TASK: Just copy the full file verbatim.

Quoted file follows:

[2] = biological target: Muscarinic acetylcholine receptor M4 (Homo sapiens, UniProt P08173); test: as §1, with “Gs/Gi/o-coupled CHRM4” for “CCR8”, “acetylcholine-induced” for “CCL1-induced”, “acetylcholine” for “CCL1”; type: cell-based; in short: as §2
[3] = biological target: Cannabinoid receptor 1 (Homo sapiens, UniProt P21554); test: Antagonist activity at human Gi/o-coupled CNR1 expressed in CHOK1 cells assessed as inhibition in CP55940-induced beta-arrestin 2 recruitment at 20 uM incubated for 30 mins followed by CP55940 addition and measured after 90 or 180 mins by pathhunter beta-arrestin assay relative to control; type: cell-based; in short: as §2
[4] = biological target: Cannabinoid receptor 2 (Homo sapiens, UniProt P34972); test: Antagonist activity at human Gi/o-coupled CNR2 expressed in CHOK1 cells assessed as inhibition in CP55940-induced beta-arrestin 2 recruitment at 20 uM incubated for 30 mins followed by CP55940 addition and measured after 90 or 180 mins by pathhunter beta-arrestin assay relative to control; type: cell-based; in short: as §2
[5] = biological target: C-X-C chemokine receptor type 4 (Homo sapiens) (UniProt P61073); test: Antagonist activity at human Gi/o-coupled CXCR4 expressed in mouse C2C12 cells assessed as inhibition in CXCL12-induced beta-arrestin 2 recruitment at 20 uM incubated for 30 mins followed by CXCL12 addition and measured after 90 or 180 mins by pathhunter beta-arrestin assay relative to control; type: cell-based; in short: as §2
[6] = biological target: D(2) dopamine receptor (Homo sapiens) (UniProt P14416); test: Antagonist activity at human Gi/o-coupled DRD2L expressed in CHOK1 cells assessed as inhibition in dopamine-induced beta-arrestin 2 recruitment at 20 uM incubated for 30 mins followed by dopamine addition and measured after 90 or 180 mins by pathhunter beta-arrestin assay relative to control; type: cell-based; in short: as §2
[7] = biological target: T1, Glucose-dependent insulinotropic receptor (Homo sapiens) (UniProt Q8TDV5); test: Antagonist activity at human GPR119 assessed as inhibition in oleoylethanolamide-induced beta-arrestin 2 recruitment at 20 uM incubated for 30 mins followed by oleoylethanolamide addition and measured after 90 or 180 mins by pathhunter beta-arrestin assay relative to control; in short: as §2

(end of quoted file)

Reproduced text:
[2] = biological target: Muscarinic acetylcholine receptor M4 (Homo sapiens, UniProt P08173); test: as §1, with “Gs/Gi/o-coupled CHRM4” for “CCR8”, “acetylcholine-induced” for “CCL1-induced”, “acetylcholine” for “CCL1”; type: cell-based; in short: as §2
[3] = biological target: Cannabinoid receptor 1 (Homo sapiens, UniProt P21554); test: Antagonist activity at human Gi/o-coupled CNR1 expressed in CHOK1 cells assessed as inhibition in CP55940-induced beta-arrestin 2 recruitment at 20 uM incubated for 30 mins followed by CP55940 addition and measured after 90 or 180 mins by pathhunter beta-arrestin assay relative to control; type: cell-based; in short: as §2
[4] = biological target: Cannabinoid receptor 2 (Homo sapiens, UniProt P34972); test: Antagonist activity at human Gi/o-coupled CNR2 expressed in CHOK1 cells assessed as inhibition in CP55940-induced beta-arrestin 2 recruitment at 20 uM incubated for 30 mins followed by CP55940 addition and measured after 90 or 180 mins by pathhunter beta-arrestin assay relative to control; type: cell-based; in short: as §2
[5] = biological target: C-X-C chemokine receptor type 4 (Homo sapiens) (UniProt P61073); test: Antagonist activity at human Gi/o-coupled CXCR4 expressed in mouse C2C12 cells assessed as inhibition in CXCL12-induced beta-arrestin 2 recruitment at 20 uM incubated for 30 mins followed by CXCL12 addition and measured after 90 or 180 mins by pathhunter beta-arrestin assay relative to control; type: cell-based; in short: as §2
[6] = biological target: D(2) dopamine receptor (Homo sapiens) (UniProt P14416); test: Antagonist activity at human Gi/o-coupled DRD2L expressed in CHOK1 cells assessed as inhibition in dopamine-induced beta-arrestin 2 recruitment at 20 uM incubated for 30 mins followed by dopamine addition and measured after 90 or 180 mins by pathhunter beta-arrestin assay relative to control; type: cell-based; in short: as §2
[7] = biological target: T1, Glucose-dependent insulinotropic receptor (Homo sapiens) (UniProt Q8TDV5); test: Antagonist activity at human GPR119 assessed as inhibition in oleoylethanolamide-induced beta-arrestin 2 recruitment at 20 uM incubated for 30 mins followed by oleoylethanolamide addition and measured after 90 or 180 mins by pathhunter beta-arrestin assay relative to control; in short: as §2